"Mr. Stone set a watchman in church yesterday. He should have provided me with one. I need a watchman to lead me around and declare what he seeth every hour on the hour. I need a watchman to tell me this is what a man says but this is what he means, to draw a line down the middle and say here is this justice and there is that justice and make me understand the difference. I need a watchman to go forth and proclaim to them all that twenty-six years is too long to play a joke on anybody, no matter how funny it is."
Probably most of what you have encountered about Harper Lee’s novel Go Set a Watchman is true. Yes, literature’s beloved Atticus Finch is a racist meeting-attending member of the KKK whose age and bitterness have changed him from the tolerant, understanding patriarch of Scout’s youth. Yes, the manuscript was likely ripped from the secured safes from where it should have stayed for the remainder of Lee’s lifetime as there is likely no way that the frail and ill author could knowingly in her clearest state of mind desire its publication. In addition, the book is nowhere near as likable, moving, or poignant as the beloved To Kill a Mockingbird.
“So why read it?” you wonder. Allow me to provide a brief summary, comment on the plot, and then suggest an answer.
The novel begins when grown-up Scout Finch returns home to the South after years spent in New York working and enjoying a life of freedom. Met at the train station by her on-and-off-again boyfriend, Scout drives home to Atticus and begins reflecting on her life while watching the scenes pass by her window.
Much of the story is told from this retrospective angle: Scout remembers her childhood, her now deceased brother, her admiration for her father, and the way she remembers her hometown as it once was. Years later, however, Scout is unable to resolve the growing racial discrimination and intolerance she sees all around her. Worse yet, her idol-of-a-father, Atticus, has joined the incomprehensible fray. Scout argues with her boyfriend, her father, and rails at the town at large as she futilely attempts to reconcile her home with its inarguable sense of hatred to those they deem as outsiders. Now an outsider herself, she faces the decision to leave forever or try to stay and position herself as a force for good in a world of what feels like overwhelming and increasing evil.
The best answer I can offer for coping with conflicting emotions about the two novels is this: Go Set a Watchman is a fantastic example of the under-appreciated value of revision and the power of a good editor.
If you have loved Atticus Finch since childhood and To Kill a Mockingbird had a profound impact upon your life, guess what? It still can. Go Set a Watchman is not a sequel.
Let me write that once more. Go Set a Watchman is not the sequel to To Kill a Mockingbird.
Guess what this means? It means that the Atticus you know and love is still the Atticus you know and love because though he was once originally poured into the mold of an aged racist in the pages of Go Set a Watchman, that is not how Harper Lee left him.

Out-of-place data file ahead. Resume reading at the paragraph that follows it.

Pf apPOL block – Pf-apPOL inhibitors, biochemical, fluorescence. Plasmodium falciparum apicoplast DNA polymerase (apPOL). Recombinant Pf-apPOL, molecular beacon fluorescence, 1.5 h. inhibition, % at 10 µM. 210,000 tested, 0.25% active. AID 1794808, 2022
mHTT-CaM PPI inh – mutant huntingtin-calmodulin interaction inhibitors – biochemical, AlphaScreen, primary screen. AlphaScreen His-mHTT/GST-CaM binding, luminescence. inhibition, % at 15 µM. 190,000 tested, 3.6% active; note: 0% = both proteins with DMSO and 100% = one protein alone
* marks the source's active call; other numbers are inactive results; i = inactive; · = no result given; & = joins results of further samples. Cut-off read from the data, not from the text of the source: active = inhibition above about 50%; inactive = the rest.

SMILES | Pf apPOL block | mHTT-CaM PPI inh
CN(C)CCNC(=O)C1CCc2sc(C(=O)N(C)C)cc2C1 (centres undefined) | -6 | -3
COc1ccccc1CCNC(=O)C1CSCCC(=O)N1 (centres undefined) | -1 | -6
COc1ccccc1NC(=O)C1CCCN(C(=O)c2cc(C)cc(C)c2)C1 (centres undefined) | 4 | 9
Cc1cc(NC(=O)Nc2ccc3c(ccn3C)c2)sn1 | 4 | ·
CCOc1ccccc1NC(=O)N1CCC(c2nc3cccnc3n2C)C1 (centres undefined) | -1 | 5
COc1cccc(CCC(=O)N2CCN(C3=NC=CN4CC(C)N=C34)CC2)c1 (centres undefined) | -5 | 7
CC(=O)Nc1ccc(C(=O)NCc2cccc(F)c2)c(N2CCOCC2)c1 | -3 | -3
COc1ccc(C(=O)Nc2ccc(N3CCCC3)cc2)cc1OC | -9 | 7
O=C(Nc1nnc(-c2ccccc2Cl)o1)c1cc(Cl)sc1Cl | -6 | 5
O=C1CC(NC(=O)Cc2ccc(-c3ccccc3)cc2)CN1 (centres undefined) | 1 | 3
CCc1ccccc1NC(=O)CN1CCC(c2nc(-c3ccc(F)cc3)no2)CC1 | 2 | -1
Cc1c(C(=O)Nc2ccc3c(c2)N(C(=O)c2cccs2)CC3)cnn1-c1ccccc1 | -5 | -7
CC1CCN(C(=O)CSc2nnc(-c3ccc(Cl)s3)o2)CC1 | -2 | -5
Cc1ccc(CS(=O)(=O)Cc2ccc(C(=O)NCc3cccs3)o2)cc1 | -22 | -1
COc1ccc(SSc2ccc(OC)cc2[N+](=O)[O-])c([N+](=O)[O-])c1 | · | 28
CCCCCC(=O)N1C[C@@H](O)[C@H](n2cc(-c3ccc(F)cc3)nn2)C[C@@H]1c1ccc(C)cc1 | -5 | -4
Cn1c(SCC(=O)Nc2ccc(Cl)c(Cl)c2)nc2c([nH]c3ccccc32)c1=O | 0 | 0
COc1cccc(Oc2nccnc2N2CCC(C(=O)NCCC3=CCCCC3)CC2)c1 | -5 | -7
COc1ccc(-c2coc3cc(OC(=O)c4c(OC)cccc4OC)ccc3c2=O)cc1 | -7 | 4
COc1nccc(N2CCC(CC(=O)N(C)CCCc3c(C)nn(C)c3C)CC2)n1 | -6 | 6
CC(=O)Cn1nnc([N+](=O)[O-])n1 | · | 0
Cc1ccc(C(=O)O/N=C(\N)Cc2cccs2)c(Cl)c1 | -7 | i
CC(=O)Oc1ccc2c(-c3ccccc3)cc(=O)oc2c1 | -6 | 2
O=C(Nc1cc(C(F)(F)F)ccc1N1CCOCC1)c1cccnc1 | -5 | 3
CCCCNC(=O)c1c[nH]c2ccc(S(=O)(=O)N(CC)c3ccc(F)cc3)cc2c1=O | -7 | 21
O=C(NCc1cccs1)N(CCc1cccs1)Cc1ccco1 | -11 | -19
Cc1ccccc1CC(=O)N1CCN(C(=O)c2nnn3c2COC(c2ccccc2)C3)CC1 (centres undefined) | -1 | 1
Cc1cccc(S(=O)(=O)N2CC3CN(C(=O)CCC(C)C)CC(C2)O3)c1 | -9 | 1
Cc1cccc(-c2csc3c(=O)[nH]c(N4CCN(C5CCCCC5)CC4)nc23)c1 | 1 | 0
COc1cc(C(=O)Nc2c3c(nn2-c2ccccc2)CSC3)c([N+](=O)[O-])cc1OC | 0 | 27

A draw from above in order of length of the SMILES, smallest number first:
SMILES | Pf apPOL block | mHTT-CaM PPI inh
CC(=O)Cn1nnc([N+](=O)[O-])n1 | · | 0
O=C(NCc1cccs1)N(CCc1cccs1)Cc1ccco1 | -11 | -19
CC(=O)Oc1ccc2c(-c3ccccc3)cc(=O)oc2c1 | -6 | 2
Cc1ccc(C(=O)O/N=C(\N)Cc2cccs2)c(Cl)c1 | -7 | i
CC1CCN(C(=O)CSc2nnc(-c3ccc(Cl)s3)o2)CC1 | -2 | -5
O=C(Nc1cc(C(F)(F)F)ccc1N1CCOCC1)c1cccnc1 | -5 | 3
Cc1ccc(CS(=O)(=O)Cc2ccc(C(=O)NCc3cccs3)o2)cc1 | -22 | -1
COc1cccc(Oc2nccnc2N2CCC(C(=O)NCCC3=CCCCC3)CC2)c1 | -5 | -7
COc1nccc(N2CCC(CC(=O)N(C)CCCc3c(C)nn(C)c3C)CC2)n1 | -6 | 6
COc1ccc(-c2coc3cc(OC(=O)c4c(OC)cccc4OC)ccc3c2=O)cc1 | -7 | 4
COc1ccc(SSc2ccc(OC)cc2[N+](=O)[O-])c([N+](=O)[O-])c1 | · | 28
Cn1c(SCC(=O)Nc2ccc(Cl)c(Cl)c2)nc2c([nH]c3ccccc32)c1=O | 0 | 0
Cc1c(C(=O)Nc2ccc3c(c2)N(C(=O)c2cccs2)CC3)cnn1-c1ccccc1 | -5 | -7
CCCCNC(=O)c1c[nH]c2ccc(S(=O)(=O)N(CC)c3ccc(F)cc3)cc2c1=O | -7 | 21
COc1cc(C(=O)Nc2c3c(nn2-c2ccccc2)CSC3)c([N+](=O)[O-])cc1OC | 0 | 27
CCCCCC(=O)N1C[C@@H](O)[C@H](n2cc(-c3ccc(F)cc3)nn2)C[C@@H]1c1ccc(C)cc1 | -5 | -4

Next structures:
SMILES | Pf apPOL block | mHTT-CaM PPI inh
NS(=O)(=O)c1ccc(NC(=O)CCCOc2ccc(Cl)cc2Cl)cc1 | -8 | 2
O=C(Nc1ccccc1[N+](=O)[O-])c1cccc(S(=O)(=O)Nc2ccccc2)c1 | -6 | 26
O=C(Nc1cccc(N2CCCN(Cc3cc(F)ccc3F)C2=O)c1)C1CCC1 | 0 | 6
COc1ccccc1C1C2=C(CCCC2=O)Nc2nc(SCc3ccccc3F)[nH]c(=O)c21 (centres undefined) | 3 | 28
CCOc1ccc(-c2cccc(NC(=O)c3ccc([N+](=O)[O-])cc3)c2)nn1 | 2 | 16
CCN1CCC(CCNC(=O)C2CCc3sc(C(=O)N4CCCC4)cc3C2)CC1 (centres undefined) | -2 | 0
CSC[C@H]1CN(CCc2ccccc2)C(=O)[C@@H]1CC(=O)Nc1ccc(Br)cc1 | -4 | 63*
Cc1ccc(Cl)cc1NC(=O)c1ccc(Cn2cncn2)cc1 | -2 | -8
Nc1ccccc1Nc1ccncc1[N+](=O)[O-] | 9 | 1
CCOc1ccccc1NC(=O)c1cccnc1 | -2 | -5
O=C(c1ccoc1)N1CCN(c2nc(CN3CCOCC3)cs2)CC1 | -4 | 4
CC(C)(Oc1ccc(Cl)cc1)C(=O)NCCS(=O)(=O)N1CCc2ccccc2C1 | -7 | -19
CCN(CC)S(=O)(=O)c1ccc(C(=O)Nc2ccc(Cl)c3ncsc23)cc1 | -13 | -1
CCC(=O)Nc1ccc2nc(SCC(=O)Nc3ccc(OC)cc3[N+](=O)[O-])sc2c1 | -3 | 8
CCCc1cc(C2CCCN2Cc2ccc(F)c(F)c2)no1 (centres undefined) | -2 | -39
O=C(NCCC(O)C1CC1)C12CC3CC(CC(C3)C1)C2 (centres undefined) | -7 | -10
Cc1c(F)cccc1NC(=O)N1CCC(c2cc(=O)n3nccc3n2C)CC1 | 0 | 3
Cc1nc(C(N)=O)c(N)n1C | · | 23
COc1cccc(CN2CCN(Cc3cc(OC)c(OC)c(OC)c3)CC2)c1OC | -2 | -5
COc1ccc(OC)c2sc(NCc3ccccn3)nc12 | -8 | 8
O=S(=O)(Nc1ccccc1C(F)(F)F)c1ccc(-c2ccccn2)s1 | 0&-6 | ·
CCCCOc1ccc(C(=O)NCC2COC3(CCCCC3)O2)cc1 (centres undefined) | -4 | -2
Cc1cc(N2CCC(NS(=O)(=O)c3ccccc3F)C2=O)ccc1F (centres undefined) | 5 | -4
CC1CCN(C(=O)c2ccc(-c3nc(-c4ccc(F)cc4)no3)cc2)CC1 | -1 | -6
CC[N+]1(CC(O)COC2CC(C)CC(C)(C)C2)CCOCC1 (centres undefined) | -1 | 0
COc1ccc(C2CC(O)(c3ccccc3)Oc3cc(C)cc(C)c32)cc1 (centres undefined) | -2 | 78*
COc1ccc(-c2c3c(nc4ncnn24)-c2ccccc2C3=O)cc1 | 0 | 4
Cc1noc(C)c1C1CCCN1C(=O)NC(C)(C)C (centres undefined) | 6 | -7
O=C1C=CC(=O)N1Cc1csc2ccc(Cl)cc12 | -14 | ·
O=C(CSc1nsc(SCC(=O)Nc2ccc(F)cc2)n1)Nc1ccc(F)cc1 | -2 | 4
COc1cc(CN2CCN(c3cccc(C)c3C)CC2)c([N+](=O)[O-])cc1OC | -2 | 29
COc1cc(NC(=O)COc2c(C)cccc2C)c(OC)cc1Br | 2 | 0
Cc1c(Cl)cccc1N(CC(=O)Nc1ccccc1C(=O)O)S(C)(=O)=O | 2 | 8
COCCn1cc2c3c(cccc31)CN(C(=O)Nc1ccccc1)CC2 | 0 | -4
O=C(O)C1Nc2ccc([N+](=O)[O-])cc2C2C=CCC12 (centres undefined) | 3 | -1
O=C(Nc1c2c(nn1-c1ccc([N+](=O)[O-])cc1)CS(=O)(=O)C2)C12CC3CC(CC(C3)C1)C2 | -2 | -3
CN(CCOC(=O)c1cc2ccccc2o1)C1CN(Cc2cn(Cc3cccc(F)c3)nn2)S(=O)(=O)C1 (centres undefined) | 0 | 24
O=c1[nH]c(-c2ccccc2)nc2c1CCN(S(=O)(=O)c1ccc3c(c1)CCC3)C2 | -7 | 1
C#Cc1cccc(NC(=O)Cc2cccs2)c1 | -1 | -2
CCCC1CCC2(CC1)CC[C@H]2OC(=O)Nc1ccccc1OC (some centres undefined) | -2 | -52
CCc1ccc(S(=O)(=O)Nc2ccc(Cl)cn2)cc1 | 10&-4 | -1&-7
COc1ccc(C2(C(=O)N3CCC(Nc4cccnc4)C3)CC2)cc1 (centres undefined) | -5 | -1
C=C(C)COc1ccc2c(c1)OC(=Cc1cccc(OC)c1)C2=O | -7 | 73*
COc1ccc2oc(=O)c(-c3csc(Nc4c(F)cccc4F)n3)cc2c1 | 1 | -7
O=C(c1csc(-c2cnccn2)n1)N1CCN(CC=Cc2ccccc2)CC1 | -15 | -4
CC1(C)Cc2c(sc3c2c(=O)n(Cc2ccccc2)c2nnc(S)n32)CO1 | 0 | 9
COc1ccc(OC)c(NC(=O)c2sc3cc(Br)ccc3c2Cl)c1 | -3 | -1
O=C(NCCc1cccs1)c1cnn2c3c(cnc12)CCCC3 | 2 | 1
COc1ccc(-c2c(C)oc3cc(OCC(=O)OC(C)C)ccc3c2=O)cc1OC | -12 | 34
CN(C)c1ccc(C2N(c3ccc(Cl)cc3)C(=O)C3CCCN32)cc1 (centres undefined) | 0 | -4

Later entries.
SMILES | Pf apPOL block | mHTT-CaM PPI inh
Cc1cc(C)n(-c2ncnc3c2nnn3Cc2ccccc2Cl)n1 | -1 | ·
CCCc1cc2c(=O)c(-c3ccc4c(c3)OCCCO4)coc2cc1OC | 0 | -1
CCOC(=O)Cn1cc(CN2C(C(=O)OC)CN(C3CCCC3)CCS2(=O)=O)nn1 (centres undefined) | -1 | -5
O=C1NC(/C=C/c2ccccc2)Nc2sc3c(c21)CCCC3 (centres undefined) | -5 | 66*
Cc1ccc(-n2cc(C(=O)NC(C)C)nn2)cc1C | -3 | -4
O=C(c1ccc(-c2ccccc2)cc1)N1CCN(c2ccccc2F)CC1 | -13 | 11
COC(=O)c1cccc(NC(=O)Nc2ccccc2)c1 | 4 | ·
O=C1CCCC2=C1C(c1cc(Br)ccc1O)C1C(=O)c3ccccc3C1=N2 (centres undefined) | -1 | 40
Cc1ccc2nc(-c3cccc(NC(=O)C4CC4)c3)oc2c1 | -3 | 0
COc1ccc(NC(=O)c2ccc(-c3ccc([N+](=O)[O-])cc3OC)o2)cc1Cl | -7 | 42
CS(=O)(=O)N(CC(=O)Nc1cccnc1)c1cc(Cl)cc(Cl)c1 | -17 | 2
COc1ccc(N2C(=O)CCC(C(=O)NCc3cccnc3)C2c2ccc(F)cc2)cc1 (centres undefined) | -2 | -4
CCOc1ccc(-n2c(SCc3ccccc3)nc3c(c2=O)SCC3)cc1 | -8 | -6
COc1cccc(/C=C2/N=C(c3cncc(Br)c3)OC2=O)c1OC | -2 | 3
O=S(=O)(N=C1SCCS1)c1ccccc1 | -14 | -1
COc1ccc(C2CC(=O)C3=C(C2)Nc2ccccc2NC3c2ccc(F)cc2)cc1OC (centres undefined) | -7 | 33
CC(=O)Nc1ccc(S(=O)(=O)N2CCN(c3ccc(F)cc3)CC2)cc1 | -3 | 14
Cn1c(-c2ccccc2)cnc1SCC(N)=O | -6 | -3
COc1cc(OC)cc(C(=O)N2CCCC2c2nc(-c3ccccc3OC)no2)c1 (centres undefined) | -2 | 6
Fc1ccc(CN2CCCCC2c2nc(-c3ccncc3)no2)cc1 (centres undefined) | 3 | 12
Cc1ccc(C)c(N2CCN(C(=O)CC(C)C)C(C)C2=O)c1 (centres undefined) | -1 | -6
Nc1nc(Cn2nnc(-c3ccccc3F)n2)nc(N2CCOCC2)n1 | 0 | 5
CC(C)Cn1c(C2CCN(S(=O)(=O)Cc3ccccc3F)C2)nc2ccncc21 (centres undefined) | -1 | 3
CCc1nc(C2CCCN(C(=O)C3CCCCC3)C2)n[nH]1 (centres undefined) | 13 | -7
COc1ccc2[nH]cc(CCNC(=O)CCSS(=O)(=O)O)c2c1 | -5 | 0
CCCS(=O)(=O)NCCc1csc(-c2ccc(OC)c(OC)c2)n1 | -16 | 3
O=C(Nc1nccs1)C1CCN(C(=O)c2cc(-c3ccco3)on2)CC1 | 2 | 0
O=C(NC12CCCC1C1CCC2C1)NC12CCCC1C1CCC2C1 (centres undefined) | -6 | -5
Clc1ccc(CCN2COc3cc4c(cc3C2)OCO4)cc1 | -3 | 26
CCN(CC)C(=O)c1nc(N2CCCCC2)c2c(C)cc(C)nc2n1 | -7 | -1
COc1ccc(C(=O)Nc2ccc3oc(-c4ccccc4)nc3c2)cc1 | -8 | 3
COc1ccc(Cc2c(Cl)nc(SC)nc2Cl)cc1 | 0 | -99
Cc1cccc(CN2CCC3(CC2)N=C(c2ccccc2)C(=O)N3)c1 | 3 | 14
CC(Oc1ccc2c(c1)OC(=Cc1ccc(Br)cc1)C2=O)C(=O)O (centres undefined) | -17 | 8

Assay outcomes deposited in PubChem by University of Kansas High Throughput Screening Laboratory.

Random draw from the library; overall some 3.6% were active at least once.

She recreated, altered, and empowered.
Atticus was—and still is—the loving, tireless defender of right over wrong because through the editing process that is who he became. The hero walking around the pages of To Kill a Mockingbird is how Lee ultimately sent him off into the world. Atticus’s evolution on the written page represents humanity’s ability to confront prejudices and evolve into better, loving, more understanding men and women; because fictional Atticus did it, then maybe many of those living in the real world can be inspired to do the same.
Furthermore, to every struggling author, to every freshman enrolled in first-year composition, to anyone that has ever received a rejection letter—it is OK. Keep trying. The best writers out there revise, and revise, and revise. Two-time Poet Laureate Ted Kooser once said each of his poems go through as many as forty or more separate drafts. Editing is your friend. Just because someone encourages you to try again does not mean that they hate you or your writing. As incensed as I feel towards whomever strong-armed Harper Lee into releasing and publishing this manuscript for their own financial gain, I feel equally emotional towards the original editor—whomever he or she may be—who first read the draft of Go Set a Watchman and told Lee to keep writing, that the best parts of her manuscript were the moments when the readers get to see Scout’s childhood in flashback, and that those gems were worth rewriting and reconsidering.
Bless that editor.
Bless Lee for confronting a blank page, reconceiving Scout and Atticus Finch, and turning Go Set a Watchman—a rather forgettable plot of its own accord—into To Kill a Mockingbird, one of the most important American children’s novels of the twentieth century.
Go Set a Watchman: Hardcover | Kindle | Audible | Audio CD
To Kill a Mockingbird: Paperback | Kindle | Audible